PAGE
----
As the end of 2020 fast approaches and global economies attempt to recover from the economic fallout of government-mandated lockdowns, Covid-19 continues to remain a threat to the world’s population as many countries brace for a second season of disease and death. Lest we forget that the Great Flu of 1918 and the Hong Kong Flu of the late 1960s took two seasons to mutate themselves into oblivion. Indications are that South Africans will experience a second peak in infection at the height of the summer in January or February 2021. The northern hemisphere is currently grappling with its second surge in infections.
Amid this pandemic, life insurers play a key role in ensuring the financial posterity of families affected by the disease. The importance of life insurers during a time of crisis, such as this, can’t be more clearly illustrated than by the date on which the Suid-Afrikaanse Lewens Assuransie Maatskappij Beperk (Sanlam) was founded: 8 June 1918. According to the US Centers for Disease Control and Prevention, the first signs of the Great Flu, also called the Spanish Flu, were recorded in military personnel in the Spring of 1918 – a month or two before Sanlam’s founding.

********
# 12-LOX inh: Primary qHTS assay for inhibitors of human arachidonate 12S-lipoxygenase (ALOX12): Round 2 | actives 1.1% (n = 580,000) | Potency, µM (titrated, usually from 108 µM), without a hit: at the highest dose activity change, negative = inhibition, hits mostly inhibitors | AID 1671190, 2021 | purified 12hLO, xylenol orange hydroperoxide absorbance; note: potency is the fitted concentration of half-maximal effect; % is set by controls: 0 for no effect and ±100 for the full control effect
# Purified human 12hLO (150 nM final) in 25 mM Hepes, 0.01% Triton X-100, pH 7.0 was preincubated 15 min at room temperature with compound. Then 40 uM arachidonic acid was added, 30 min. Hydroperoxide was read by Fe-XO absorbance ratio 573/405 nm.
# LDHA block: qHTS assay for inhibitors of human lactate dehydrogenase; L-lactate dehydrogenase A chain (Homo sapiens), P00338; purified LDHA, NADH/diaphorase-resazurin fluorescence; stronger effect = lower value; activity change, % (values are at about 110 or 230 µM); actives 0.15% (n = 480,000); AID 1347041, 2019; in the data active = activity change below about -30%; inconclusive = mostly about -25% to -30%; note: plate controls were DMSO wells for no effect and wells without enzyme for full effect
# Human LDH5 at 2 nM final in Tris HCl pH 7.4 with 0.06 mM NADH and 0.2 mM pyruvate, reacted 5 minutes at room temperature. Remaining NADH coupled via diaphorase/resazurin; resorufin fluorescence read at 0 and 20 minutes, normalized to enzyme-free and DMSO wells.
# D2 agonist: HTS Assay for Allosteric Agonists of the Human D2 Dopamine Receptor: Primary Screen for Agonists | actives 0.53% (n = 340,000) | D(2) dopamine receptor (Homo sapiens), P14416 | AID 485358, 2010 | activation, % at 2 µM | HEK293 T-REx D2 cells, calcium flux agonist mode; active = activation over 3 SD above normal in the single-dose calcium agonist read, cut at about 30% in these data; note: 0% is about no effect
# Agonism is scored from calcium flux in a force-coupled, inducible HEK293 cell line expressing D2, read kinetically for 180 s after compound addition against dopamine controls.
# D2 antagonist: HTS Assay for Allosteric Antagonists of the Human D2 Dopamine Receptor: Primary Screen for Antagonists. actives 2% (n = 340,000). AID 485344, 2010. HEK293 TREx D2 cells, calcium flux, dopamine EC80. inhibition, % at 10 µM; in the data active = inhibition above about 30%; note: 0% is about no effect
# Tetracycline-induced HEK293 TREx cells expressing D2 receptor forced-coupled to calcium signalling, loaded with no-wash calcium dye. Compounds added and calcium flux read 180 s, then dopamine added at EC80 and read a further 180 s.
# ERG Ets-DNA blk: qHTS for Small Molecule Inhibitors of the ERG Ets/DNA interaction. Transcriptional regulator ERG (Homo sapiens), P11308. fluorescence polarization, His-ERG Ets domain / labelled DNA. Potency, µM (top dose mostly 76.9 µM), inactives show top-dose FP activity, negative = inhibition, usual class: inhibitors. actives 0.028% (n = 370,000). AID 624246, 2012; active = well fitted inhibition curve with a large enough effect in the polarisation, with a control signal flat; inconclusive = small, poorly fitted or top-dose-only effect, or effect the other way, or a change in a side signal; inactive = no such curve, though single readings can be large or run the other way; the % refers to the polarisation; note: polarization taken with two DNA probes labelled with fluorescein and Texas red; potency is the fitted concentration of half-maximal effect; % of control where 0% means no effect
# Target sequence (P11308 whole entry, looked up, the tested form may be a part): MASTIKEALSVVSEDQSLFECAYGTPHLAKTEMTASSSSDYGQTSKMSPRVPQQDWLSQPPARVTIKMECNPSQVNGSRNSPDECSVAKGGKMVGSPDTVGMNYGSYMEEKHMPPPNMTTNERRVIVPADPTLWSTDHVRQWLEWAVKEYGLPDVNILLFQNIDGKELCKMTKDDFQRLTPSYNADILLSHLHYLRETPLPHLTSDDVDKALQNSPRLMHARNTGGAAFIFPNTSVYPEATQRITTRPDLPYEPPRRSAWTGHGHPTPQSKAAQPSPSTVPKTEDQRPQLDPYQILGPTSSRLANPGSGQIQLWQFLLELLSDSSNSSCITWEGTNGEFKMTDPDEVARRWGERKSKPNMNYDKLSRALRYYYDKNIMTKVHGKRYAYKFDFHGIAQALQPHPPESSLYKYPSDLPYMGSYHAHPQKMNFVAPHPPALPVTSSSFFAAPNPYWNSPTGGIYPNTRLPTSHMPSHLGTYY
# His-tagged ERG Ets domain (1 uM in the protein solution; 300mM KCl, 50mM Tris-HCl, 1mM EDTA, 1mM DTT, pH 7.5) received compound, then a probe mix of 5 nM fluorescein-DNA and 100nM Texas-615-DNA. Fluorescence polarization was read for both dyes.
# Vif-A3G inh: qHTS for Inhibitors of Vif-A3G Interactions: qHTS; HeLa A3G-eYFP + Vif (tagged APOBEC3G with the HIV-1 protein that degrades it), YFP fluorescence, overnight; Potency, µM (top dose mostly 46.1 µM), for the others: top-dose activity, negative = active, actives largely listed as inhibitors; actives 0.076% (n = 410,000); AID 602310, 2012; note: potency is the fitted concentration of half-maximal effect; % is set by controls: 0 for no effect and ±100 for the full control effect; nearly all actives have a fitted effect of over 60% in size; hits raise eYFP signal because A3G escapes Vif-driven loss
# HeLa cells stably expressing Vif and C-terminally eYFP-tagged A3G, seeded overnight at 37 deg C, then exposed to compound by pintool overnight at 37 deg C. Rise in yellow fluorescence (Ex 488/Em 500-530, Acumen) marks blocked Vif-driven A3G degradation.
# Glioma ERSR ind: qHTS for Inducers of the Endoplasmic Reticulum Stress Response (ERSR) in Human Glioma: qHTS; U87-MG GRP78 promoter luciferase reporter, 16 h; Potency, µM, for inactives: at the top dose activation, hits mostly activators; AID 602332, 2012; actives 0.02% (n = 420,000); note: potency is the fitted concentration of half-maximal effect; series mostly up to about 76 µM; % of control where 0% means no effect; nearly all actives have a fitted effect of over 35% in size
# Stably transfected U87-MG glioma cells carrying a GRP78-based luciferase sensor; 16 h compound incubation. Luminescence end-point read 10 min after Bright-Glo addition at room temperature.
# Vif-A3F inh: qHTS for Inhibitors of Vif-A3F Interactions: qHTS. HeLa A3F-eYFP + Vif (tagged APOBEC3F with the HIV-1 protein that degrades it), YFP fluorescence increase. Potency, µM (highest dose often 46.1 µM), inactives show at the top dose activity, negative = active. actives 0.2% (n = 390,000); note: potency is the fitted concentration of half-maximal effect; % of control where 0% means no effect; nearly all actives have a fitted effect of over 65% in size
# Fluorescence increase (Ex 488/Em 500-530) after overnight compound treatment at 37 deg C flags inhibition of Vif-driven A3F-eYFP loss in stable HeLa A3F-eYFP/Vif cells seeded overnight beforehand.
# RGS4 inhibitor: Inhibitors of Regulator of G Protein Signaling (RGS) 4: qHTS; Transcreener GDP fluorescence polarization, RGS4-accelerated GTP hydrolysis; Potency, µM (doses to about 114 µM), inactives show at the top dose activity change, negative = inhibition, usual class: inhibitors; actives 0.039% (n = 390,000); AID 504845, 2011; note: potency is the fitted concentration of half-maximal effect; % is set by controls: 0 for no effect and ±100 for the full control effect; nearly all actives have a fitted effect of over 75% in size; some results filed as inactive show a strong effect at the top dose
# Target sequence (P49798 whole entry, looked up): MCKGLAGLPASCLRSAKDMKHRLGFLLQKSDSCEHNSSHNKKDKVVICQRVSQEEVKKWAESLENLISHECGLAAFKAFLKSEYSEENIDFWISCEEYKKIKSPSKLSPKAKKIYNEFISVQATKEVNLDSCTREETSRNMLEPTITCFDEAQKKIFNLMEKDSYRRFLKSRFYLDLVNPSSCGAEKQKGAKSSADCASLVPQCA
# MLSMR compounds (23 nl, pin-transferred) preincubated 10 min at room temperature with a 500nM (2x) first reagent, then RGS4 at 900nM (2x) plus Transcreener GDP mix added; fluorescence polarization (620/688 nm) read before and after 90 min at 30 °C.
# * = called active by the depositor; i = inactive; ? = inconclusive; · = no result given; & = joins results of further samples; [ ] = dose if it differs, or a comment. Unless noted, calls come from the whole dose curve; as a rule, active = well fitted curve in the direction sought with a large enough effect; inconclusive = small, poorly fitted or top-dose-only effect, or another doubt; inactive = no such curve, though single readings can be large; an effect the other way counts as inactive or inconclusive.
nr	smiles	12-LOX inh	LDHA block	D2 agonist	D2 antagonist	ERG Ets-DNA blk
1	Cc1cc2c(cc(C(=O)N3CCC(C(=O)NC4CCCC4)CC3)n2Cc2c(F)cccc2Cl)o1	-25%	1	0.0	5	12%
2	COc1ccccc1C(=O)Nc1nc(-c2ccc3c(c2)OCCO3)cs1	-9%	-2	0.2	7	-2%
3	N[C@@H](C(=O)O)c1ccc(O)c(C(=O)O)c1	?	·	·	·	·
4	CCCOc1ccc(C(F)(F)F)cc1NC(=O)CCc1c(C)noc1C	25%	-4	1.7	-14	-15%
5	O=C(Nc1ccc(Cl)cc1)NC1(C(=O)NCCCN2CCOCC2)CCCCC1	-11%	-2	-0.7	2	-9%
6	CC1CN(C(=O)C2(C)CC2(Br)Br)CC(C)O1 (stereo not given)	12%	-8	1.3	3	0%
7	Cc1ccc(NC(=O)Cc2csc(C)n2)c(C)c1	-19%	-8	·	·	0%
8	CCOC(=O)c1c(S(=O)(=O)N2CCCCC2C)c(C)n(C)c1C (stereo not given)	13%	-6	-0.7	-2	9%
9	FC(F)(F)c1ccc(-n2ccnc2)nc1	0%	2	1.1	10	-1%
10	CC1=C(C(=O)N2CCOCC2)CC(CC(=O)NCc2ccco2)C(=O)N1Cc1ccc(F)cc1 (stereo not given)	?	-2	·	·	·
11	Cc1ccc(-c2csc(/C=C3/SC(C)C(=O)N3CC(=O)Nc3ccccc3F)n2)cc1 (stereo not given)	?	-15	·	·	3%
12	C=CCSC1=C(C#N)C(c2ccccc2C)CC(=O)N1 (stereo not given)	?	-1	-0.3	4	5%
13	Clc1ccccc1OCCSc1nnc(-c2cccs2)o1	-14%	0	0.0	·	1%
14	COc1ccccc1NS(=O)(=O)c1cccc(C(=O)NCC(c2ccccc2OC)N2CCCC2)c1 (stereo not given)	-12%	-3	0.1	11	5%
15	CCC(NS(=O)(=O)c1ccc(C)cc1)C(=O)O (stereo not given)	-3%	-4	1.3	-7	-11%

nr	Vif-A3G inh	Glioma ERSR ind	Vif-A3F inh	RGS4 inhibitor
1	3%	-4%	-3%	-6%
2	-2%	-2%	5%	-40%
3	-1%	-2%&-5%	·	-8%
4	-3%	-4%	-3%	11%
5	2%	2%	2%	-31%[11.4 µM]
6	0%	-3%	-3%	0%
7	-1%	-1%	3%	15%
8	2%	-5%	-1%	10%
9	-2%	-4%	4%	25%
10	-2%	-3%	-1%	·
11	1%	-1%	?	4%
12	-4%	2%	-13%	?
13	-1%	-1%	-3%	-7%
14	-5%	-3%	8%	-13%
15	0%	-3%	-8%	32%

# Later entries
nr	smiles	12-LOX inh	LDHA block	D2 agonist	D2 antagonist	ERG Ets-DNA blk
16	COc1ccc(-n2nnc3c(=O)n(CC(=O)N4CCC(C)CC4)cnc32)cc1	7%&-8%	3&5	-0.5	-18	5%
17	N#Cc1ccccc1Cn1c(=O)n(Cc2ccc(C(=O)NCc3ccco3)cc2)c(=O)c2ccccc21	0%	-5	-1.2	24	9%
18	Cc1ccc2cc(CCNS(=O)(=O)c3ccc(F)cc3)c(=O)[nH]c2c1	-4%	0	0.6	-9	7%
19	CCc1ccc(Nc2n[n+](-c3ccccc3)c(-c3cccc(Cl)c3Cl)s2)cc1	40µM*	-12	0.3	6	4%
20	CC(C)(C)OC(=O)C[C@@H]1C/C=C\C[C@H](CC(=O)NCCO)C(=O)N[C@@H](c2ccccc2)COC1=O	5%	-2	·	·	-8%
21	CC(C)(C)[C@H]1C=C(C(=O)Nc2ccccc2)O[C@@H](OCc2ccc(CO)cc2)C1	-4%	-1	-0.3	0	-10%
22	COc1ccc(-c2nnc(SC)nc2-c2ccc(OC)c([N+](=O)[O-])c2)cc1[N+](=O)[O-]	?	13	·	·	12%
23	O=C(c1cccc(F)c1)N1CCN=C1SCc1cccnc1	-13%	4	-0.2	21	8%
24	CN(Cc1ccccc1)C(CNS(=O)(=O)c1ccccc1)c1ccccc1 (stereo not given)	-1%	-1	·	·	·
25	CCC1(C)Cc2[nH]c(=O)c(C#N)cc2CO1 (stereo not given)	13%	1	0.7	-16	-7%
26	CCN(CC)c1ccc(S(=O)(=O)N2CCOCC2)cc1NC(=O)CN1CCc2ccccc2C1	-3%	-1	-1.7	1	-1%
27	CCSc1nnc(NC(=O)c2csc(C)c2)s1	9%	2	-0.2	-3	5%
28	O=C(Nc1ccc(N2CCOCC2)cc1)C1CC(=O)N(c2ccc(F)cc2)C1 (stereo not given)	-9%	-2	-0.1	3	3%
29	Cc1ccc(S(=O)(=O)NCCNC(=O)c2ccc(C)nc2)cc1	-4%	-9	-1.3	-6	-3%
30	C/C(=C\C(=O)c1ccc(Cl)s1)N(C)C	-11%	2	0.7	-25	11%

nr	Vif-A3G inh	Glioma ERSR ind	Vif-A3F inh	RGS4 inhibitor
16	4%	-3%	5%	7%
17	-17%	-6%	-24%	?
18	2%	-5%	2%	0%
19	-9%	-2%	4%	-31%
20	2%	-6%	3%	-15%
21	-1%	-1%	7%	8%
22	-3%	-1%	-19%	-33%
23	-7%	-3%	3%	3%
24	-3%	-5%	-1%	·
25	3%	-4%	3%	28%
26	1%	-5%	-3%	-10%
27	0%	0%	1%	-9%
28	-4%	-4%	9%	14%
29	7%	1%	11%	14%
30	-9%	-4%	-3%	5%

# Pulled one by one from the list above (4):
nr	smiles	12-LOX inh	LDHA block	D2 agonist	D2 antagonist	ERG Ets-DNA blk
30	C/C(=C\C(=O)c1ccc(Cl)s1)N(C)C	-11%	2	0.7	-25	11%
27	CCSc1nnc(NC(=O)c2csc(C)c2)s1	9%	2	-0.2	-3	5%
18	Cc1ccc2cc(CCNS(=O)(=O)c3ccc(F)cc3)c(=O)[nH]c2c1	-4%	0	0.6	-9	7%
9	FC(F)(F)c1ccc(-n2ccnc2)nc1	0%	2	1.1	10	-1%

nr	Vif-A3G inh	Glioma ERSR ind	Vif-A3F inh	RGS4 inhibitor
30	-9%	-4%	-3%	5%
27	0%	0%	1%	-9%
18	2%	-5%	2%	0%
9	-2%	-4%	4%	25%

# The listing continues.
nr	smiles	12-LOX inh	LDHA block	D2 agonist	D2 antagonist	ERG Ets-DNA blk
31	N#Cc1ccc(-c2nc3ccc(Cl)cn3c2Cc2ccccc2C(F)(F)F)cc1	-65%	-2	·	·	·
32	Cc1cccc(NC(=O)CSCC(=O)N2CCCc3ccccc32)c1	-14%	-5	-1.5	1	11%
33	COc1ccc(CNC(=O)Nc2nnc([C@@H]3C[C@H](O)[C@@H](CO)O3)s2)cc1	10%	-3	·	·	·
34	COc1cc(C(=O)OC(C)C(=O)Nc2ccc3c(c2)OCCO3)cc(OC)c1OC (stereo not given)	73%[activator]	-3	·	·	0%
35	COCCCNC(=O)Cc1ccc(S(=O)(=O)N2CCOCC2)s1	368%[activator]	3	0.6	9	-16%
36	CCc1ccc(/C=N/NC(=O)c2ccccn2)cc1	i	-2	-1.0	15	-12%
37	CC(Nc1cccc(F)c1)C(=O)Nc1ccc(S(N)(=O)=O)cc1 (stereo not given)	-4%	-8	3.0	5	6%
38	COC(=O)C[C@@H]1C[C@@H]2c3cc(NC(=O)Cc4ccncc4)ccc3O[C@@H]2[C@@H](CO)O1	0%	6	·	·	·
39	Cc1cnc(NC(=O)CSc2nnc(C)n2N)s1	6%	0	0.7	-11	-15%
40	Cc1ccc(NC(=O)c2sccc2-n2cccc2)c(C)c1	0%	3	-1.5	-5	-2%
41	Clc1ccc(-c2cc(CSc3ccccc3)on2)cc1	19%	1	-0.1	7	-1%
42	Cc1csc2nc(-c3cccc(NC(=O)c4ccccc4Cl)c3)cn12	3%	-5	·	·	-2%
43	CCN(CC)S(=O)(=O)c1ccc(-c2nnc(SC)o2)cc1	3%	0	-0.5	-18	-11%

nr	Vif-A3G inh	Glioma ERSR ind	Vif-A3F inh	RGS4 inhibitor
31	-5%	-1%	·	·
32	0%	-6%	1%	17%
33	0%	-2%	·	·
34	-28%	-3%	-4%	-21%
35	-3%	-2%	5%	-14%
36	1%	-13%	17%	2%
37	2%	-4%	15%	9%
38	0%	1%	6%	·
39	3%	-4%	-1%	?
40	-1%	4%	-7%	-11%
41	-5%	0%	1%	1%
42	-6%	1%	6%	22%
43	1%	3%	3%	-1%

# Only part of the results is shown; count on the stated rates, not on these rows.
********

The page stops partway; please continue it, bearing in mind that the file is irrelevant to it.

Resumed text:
This is not to imply that Sanlam was founded due to the Great Flu (which was an avian influenza and labelled the H1N1 virus in later times), but one can stand to reason that the scare of death boosted an infant company, which is today the fourth-largest listed financial services business on the JSE.